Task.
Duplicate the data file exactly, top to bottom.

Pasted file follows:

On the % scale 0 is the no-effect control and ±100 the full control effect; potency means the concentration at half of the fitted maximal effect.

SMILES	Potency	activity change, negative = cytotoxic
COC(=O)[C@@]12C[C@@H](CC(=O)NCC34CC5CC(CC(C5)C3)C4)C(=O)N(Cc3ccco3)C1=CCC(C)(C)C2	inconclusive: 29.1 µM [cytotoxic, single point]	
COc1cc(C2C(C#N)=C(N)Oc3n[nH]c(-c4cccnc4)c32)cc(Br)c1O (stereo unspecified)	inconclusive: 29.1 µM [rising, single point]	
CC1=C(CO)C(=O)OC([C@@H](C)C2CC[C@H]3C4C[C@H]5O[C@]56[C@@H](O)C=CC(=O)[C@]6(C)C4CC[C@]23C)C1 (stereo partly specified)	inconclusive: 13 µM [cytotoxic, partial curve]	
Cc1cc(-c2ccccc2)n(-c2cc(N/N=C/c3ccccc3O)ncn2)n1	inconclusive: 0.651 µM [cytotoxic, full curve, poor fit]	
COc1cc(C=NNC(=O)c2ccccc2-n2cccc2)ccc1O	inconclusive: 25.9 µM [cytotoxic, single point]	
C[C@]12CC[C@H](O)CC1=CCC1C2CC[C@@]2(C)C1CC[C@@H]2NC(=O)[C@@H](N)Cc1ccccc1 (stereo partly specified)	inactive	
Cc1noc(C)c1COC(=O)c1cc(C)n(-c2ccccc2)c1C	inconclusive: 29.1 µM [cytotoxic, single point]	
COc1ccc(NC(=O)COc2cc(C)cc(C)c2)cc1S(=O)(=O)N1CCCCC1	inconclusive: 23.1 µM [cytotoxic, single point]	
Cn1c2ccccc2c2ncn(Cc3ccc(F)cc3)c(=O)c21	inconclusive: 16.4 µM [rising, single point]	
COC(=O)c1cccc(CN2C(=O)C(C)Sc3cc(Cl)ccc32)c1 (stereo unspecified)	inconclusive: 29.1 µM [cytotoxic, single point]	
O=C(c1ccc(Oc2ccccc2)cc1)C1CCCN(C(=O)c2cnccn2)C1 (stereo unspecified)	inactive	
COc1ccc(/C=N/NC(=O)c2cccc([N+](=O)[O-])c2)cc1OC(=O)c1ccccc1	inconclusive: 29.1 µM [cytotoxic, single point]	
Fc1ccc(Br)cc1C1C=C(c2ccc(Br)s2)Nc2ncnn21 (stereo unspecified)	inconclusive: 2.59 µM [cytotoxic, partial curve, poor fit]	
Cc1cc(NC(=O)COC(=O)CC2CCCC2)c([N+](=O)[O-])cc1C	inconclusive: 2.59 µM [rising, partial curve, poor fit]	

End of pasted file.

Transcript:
On the % scale 0 is the no-effect control and ±100 the full control effect; potency means the concentration at half of the fitted maximal effect.

SMILES	Potency	activity change, negative = cytotoxic
COC(=O)[C@@]12C[C@@H](CC(=O)NCC34CC5CC(CC(C5)C3)C4)C(=O)N(Cc3ccco3)C1=CCC(C)(C)C2	inconclusive: 29.1 µM [cytotoxic, single point]	
COc1cc(C2C(C#N)=C(N)Oc3n[nH]c(-c4cccnc4)c32)cc(Br)c1O (stereo unspecified)	inconclusive: 29.1 µM [rising, single point]	
CC1=C(CO)C(=O)OC([C@@H](C)C2CC[C@H]3C4C[C@H]5O[C@]56[C@@H](O)C=CC(=O)[C@]6(C)C4CC[C@]23C)C1 (stereo partly specified)	inconclusive: 13 µM [cytotoxic, partial curve]	
Cc1cc(-c2ccccc2)n(-c2cc(N/N=C/c3ccccc3O)ncn2)n1	inconclusive: 0.651 µM [cytotoxic, full curve, poor fit]	
COc1cc(C=NNC(=O)c2ccccc2-n2cccc2)ccc1O	inconclusive: 25.9 µM [cytotoxic, single point]	
C[C@]12CC[C@H](O)CC1=CCC1C2CC[C@@]2(C)C1CC[C@@H]2NC(=O)[C@@H](N)Cc1ccccc1 (stereo partly specified)	inactive	
Cc1noc(C)c1COC(=O)c1cc(C)n(-c2ccccc2)c1C	inconclusive: 29.1 µM [cytotoxic, single point]	
COc1ccc(NC(=O)COc2cc(C)cc(C)c2)cc1S(=O)(=O)N1CCCCC1	inconclusive: 23.1 µM [cytotoxic, single point]	
Cn1c2ccccc2c2ncn(Cc3ccc(F)cc3)c(=O)c21	inconclusive: 16.4 µM [rising, single point]	
COC(=O)c1cccc(CN2C(=O)C(C)Sc3cc(Cl)ccc32)c1 (stereo unspecified)	inconclusive: 29.1 µM [cytotoxic, single point]	
O=C(c1ccc(Oc2ccccc2)cc1)C1CCCN(C(=O)c2cnccn2)C1 (stereo unspecified)	inactive	
COc1ccc(/C=N/NC(=O)c2cccc([N+](=O)[O-])c2)cc1OC(=O)c1ccccc1	inconclusive: 29.1 µM [cytotoxic, single point]	
Fc1ccc(Br)cc1C1C=C(c2ccc(Br)s2)Nc2ncnn21 (stereo unspecified)	inconclusive: 2.59 µM [cytotoxic, partial curve, poor fit]	
Cc1cc(NC(=O)COC(=O)CC2CCCC2)c([N+](=O)[O-])cc1C	inconclusive: 2.59 µM [rising, partial curve, poor fit]	